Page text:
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12.2007

Massachusetts Beverage Business

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Article By: Bill Nesto, MW

In 2OO6 rose grew 7.11% over 2OO5. In the past, the Rose market was fickle, rising one year and decreasing the next. Since 2OO4 sales have rapidly climbed. Though nearly all major markets have shown unusual growth in the Rose category, the US and Japanese markets have become particularly enamored with Rose Prestige Cuvee. The Rose Champagne package is the ideal focus for catchy design.

Many producers are completely out of stock when it comes to Rose. The first time, I encountered this situation was two years ago. This was when the Champagne surge became evident. I had brought a small group of connoisseurs to visit Champagne Marc Hebrart. When I asked Jean-Paul Hebrart if some members of the group could buy Rose, he told us that his Japanese customers had completely cleaned out his inventory. More recently in September 2OO7, Didier Gallimard of Champagne Gallimard in Les Riceys, found himself in a similar situation as Hebrart. Gallimard owns 11 hectares of his own and buys in the grapes from 3 additional hectares. He makes 85OO bottles of 1OO% Pinot Noir Rose Champagne. He told me that his Japanese customers wanted 4OOO bottles of Rose but he could only supply them with 1OOO bottles. He is now increasing his Rose Champagne production. Back in the US, Stephen Brauer, Vice President and General Manager for Pernod Ricard USA (which includes GH Mumm and Perrier-Jouet), commented on the fever for Rose: "Rose continues to be a very popular style of Champagne and thus the demand for our Rose Champagnes exceeds the supply we have in the US." Changing scenes back to France, Jean-Francois Preau, Export Director of Mailly Grand Champagne, a significant Rose producer, told me the profit margins for Rose are higher than for other categories because there is not enough Rose for the market. He added that many houses were currently investing heavily in Rose production and marketing in order to take full advantage of the high margins. To do just that, Gallimard in Les Riceys has a project to build a special winery dedicated to Rose Champagne.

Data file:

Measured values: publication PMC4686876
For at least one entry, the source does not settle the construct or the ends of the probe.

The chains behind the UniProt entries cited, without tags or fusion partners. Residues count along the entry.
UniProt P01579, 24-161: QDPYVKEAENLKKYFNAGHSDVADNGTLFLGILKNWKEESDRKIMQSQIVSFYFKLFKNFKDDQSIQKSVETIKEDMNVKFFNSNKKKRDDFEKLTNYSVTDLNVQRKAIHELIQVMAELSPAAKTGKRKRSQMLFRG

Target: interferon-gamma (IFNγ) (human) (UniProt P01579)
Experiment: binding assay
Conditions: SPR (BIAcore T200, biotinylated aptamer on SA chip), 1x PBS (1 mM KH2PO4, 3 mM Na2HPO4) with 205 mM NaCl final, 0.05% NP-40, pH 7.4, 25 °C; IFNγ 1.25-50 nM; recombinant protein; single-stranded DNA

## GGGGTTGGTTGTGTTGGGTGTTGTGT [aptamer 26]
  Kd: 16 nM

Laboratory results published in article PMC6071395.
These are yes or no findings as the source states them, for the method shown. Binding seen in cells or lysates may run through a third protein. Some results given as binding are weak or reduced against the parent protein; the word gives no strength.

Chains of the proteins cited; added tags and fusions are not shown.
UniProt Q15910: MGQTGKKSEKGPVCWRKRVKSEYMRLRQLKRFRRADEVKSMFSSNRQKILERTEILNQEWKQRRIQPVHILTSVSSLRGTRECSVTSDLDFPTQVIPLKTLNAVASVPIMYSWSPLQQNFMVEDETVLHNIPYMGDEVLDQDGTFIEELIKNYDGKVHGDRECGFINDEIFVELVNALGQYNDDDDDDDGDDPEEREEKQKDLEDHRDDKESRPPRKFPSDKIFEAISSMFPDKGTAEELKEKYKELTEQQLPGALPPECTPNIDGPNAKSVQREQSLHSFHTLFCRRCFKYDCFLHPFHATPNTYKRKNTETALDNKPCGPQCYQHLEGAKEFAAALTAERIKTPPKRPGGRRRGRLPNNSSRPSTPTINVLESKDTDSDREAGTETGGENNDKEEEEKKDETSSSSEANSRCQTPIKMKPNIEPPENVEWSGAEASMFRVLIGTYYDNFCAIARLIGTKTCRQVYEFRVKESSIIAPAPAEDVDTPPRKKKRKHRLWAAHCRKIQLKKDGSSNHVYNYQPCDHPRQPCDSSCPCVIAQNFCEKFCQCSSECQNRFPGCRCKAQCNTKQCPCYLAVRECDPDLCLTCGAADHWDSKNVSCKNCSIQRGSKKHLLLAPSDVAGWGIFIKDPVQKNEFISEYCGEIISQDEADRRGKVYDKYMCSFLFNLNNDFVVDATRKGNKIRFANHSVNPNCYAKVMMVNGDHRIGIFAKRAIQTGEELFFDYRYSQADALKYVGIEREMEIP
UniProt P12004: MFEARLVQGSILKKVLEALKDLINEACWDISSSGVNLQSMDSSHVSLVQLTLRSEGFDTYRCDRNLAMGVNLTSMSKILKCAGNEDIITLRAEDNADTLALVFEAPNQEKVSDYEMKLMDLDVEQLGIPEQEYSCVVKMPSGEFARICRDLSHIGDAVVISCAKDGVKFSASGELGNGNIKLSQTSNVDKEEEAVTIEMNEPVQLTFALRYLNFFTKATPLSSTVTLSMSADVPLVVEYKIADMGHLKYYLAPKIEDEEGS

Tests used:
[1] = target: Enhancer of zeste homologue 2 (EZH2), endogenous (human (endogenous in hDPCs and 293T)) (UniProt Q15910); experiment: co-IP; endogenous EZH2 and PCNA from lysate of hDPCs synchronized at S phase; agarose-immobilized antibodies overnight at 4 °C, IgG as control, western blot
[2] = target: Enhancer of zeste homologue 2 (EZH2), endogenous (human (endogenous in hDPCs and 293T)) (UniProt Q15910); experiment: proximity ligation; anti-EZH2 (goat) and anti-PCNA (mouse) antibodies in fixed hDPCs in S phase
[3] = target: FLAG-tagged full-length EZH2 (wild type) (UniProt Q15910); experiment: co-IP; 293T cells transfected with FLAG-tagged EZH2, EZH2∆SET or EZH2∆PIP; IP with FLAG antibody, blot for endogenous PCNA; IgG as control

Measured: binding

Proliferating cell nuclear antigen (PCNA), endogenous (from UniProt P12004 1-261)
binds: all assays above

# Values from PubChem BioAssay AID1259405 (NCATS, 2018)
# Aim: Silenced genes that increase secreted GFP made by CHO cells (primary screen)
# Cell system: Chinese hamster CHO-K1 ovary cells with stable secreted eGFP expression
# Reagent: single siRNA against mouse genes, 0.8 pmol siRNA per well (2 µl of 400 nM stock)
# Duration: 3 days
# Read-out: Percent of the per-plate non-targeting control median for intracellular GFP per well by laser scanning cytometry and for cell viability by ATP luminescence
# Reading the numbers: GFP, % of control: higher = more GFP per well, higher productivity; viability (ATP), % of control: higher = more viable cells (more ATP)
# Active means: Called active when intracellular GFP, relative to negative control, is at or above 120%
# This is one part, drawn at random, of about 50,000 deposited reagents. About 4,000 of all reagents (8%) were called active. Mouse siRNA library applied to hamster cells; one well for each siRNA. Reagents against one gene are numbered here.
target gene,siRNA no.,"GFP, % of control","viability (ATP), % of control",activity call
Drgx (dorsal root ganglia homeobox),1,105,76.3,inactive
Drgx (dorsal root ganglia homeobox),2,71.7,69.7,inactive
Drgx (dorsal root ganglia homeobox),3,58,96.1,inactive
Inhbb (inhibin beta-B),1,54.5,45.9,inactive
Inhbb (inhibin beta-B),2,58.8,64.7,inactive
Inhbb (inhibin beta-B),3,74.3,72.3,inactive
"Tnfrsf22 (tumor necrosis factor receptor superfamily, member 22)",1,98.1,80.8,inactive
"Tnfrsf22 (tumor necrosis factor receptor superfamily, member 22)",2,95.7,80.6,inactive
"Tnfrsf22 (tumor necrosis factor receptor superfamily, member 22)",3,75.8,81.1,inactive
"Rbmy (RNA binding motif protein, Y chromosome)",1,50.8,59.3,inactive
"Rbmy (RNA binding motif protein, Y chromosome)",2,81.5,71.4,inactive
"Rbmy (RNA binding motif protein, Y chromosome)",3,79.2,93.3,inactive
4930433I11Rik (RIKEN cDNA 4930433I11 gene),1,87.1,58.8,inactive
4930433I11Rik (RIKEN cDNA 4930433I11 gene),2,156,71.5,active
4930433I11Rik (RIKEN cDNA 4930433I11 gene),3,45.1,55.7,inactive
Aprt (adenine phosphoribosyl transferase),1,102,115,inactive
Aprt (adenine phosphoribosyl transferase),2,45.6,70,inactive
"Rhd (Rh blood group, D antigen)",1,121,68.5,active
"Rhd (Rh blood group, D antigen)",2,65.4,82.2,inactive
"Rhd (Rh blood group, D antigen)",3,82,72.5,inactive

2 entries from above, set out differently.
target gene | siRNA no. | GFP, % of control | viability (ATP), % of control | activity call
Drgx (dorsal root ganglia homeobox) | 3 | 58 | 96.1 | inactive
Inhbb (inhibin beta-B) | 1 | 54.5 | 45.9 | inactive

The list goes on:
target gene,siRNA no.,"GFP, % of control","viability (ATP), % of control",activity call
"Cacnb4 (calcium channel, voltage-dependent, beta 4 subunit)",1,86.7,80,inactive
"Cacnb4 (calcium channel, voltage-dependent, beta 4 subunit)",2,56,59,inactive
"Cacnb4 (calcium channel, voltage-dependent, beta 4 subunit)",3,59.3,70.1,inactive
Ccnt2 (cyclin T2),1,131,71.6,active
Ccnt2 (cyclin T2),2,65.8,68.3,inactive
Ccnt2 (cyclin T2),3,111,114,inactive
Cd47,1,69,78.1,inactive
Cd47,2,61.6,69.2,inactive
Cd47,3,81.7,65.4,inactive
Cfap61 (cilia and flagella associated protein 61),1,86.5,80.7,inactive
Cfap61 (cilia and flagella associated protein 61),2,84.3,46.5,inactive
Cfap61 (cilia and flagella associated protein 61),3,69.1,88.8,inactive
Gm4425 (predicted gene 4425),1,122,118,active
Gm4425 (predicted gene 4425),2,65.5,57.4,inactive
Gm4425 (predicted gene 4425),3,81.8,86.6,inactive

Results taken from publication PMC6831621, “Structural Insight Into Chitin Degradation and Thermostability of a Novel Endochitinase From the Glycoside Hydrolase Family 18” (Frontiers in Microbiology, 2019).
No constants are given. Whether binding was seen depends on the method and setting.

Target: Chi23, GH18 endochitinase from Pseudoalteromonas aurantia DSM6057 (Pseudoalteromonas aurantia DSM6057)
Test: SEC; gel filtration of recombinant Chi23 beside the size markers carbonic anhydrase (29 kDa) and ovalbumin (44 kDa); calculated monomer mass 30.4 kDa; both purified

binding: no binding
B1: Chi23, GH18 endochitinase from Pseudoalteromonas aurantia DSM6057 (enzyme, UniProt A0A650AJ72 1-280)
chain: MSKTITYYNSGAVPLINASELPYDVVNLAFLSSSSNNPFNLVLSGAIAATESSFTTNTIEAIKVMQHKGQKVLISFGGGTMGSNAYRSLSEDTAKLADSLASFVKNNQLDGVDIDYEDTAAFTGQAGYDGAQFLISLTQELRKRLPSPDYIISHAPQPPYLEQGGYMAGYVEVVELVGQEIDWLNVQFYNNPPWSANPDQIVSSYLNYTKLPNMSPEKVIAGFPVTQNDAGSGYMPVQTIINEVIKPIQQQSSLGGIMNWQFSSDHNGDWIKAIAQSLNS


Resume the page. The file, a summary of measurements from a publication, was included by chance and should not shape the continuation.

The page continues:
There are two basic ways to make Rose Champagne. The first way is by far the most common. It entails adding a little red wine to white vins clairs (still wines) to make the cuvee, the final blend, of still wines to which a mixture (the liqueur de tirage) of yeast and sugar and a little amount of wine is added so as to start the second fermentation in bottle. In this method, the red wine usually accounts for 6% to 1O% of the cuvee. Champagne is the only significant quality appellation in Europe in which a rose wine product is made by simply blending red and white wine. A similar, related method is to add the tinted, half-fermented wine bled off early in a red wine fermentation and mix it with white juice to make tinted vin clair for the cuvee. The liqueur de tirage is then added. This process, called the saignee (bleeding) method is usually employed by producers of red Coteaux Champenois (an AOC still wine made in Champagne) because the saignee juice taken away increases the proportion of red skins to juice in what remains. The result is a darker more tannic red Coteaux Champenois, just what the producer often needs in the cool climate of Champagne. The downside of this method is that the producer harvests his red grapes according to parameters necessary to make excellent red wine, not Champagne. As a consequence, the rose saignee juice is lower in acidity and less delicate and fresh tasting than juice which comes from grapes harvested earlier as would be optimal to make rose wine. Because red wine and saignee juice have powerful tinting capacity, lowish acidity and significant levels of tannin, Chardonnay wine with its pale color, high acidity and lack of tannin, often accounts for a substantial percentage of the cuvee that makes the Rose Champagne.